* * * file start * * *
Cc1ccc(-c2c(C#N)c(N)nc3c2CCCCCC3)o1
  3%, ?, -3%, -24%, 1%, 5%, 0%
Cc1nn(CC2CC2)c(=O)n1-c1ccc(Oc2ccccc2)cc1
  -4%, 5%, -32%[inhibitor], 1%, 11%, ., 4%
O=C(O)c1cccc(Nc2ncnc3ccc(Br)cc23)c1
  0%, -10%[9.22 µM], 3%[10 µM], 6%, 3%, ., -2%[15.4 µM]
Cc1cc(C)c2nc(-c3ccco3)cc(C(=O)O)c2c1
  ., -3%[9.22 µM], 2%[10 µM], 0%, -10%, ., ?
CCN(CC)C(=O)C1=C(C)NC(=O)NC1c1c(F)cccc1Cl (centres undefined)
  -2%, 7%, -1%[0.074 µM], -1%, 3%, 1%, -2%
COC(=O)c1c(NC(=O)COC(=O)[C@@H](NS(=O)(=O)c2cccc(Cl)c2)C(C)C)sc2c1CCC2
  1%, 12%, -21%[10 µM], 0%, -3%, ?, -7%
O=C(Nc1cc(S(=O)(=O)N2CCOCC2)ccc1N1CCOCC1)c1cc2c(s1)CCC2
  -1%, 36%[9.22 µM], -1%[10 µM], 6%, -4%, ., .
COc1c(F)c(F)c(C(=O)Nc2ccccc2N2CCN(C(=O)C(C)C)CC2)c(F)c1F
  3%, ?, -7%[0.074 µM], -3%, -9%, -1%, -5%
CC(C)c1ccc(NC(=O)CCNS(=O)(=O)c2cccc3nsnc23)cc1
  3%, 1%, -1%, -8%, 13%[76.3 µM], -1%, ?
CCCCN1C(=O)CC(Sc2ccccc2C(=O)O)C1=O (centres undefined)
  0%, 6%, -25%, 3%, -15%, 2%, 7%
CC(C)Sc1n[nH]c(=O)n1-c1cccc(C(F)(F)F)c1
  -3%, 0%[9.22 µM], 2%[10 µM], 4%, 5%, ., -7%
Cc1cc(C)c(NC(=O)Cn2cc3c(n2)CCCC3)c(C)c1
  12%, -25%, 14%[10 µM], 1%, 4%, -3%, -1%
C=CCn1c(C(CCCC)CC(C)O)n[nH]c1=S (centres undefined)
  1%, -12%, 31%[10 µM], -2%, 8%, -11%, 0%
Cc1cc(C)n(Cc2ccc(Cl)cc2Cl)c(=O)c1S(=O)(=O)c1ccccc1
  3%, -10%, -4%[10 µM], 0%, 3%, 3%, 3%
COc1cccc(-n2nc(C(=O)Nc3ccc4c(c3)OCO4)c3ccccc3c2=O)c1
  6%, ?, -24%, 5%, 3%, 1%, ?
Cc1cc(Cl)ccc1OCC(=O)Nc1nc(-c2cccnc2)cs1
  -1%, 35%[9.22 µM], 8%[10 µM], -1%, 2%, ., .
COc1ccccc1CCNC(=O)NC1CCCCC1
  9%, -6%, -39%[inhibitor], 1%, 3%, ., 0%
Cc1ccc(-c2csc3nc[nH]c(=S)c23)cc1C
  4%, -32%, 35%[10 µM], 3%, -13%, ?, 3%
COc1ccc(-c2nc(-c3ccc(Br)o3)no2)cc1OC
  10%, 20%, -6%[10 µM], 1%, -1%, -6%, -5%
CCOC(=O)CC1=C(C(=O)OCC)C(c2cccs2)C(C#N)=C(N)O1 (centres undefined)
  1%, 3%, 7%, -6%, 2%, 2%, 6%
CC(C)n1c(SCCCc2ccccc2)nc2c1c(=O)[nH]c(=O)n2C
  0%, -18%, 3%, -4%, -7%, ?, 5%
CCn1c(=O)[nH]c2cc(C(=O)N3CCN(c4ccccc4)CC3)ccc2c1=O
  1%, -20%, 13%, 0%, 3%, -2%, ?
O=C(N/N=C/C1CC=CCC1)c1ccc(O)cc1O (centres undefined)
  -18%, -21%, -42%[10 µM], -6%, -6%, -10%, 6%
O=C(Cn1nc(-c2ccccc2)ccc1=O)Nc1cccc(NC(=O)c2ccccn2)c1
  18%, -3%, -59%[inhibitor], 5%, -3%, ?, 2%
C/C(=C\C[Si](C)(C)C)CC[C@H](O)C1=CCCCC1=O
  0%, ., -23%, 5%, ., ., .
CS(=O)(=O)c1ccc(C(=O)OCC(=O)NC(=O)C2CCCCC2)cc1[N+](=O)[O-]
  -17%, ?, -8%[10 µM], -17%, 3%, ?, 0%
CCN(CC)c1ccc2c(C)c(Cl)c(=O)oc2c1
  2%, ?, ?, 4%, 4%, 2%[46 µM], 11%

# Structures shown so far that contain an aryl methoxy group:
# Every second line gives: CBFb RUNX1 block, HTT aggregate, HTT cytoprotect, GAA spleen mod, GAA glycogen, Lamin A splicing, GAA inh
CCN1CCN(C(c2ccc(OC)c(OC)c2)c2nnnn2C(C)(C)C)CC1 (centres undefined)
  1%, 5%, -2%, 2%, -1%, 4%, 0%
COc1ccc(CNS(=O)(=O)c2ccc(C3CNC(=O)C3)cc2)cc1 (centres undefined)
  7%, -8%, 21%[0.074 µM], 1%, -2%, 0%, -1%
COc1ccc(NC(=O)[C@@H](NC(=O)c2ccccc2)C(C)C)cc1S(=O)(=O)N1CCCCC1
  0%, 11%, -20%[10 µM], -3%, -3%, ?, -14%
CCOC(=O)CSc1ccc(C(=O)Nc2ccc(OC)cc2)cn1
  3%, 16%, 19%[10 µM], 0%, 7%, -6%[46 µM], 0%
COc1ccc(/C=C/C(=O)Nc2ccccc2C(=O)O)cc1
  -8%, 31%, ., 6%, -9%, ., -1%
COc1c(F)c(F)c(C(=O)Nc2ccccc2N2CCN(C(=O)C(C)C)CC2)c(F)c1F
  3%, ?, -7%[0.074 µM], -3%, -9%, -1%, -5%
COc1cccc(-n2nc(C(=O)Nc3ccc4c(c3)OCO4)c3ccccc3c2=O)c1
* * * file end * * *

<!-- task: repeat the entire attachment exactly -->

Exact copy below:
Cc1ccc(-c2c(C#N)c(N)nc3c2CCCCCC3)o1
  3%, ?, -3%, -24%, 1%, 5%, 0%
Cc1nn(CC2CC2)c(=O)n1-c1ccc(Oc2ccccc2)cc1
  -4%, 5%, -32%[inhibitor], 1%, 11%, ., 4%
O=C(O)c1cccc(Nc2ncnc3ccc(Br)cc23)c1
  0%, -10%[9.22 µM], 3%[10 µM], 6%, 3%, ., -2%[15.4 µM]
Cc1cc(C)c2nc(-c3ccco3)cc(C(=O)O)c2c1
  ., -3%[9.22 µM], 2%[10 µM], 0%, -10%, ., ?
CCN(CC)C(=O)C1=C(C)NC(=O)NC1c1c(F)cccc1Cl (centres undefined)
  -2%, 7%, -1%[0.074 µM], -1%, 3%, 1%, -2%
COC(=O)c1c(NC(=O)COC(=O)[C@@H](NS(=O)(=O)c2cccc(Cl)c2)C(C)C)sc2c1CCC2
  1%, 12%, -21%[10 µM], 0%, -3%, ?, -7%
O=C(Nc1cc(S(=O)(=O)N2CCOCC2)ccc1N1CCOCC1)c1cc2c(s1)CCC2
  -1%, 36%[9.22 µM], -1%[10 µM], 6%, -4%, ., .
COc1c(F)c(F)c(C(=O)Nc2ccccc2N2CCN(C(=O)C(C)C)CC2)c(F)c1F
  3%, ?, -7%[0.074 µM], -3%, -9%, -1%, -5%
CC(C)c1ccc(NC(=O)CCNS(=O)(=O)c2cccc3nsnc23)cc1
  3%, 1%, -1%, -8%, 13%[76.3 µM], -1%, ?
CCCCN1C(=O)CC(Sc2ccccc2C(=O)O)C1=O (centres undefined)
  0%, 6%, -25%, 3%, -15%, 2%, 7%
CC(C)Sc1n[nH]c(=O)n1-c1cccc(C(F)(F)F)c1
  -3%, 0%[9.22 µM], 2%[10 µM], 4%, 5%, ., -7%
Cc1cc(C)c(NC(=O)Cn2cc3c(n2)CCCC3)c(C)c1
  12%, -25%, 14%[10 µM], 1%, 4%, -3%, -1%
C=CCn1c(C(CCCC)CC(C)O)n[nH]c1=S (centres undefined)
  1%, -12%, 31%[10 µM], -2%, 8%, -11%, 0%
Cc1cc(C)n(Cc2ccc(Cl)cc2Cl)c(=O)c1S(=O)(=O)c1ccccc1
  3%, -10%, -4%[10 µM], 0%, 3%, 3%, 3%
COc1cccc(-n2nc(C(=O)Nc3ccc4c(c3)OCO4)c3ccccc3c2=O)c1
  6%, ?, -24%, 5%, 3%, 1%, ?
Cc1cc(Cl)ccc1OCC(=O)Nc1nc(-c2cccnc2)cs1
  -1%, 35%[9.22 µM], 8%[10 µM], -1%, 2%, ., .
COc1ccccc1CCNC(=O)NC1CCCCC1
  9%, -6%, -39%[inhibitor], 1%, 3%, ., 0%
Cc1ccc(-c2csc3nc[nH]c(=S)c23)cc1C
  4%, -32%, 35%[10 µM], 3%, -13%, ?, 3%
COc1ccc(-c2nc(-c3ccc(Br)o3)no2)cc1OC
  10%, 20%, -6%[10 µM], 1%, -1%, -6%, -5%
CCOC(=O)CC1=C(C(=O)OCC)C(c2cccs2)C(C#N)=C(N)O1 (centres undefined)
  1%, 3%, 7%, -6%, 2%, 2%, 6%
CC(C)n1c(SCCCc2ccccc2)nc2c1c(=O)[nH]c(=O)n2C
  0%, -18%, 3%, -4%, -7%, ?, 5%
CCn1c(=O)[nH]c2cc(C(=O)N3CCN(c4ccccc4)CC3)ccc2c1=O
  1%, -20%, 13%, 0%, 3%, -2%, ?
O=C(N/N=C/C1CC=CCC1)c1ccc(O)cc1O (centres undefined)
  -18%, -21%, -42%[10 µM], -6%, -6%, -10%, 6%
O=C(Cn1nc(-c2ccccc2)ccc1=O)Nc1cccc(NC(=O)c2ccccn2)c1
  18%, -3%, -59%[inhibitor], 5%, -3%, ?, 2%
C/C(=C\C[Si](C)(C)C)CC[C@H](O)C1=CCCCC1=O
  0%, ., -23%, 5%, ., ., .
CS(=O)(=O)c1ccc(C(=O)OCC(=O)NC(=O)C2CCCCC2)cc1[N+](=O)[O-]
  -17%, ?, -8%[10 µM], -17%, 3%, ?, 0%
CCN(CC)c1ccc2c(C)c(Cl)c(=O)oc2c1
  2%, ?, ?, 4%, 4%, 2%[46 µM], 11%

# Structures shown so far that contain an aryl methoxy group:
# Every second line gives: CBFb RUNX1 block, HTT aggregate, HTT cytoprotect, GAA spleen mod, GAA glycogen, Lamin A splicing, GAA inh
CCN1CCN(C(c2ccc(OC)c(OC)c2)c2nnnn2C(C)(C)C)CC1 (centres undefined)
  1%, 5%, -2%, 2%, -1%, 4%, 0%
COc1ccc(CNS(=O)(=O)c2ccc(C3CNC(=O)C3)cc2)cc1 (centres undefined)
  7%, -8%, 21%[0.074 µM], 1%, -2%, 0%, -1%
COc1ccc(NC(=O)[C@@H](NC(=O)c2ccccc2)C(C)C)cc1S(=O)(=O)N1CCCCC1
  0%, 11%, -20%[10 µM], -3%, -3%, ?, -14%
CCOC(=O)CSc1ccc(C(=O)Nc2ccc(OC)cc2)cn1
  3%, 16%, 19%[10 µM], 0%, 7%, -6%[46 µM], 0%
COc1ccc(/C=C/C(=O)Nc2ccccc2C(=O)O)cc1
  -8%, 31%, ., 6%, -9%, ., -1%
COc1c(F)c(F)c(C(=O)Nc2ccccc2N2CCN(C(=O)C(C)C)CC2)c(F)c1F
  3%, ?, -7%[0.074 µM], -3%, -9%, -1%, -5%
COc1cccc(-n2nc(C(=O)Nc3ccc4c(c3)OCO4)c3ccccc3c2=O)c1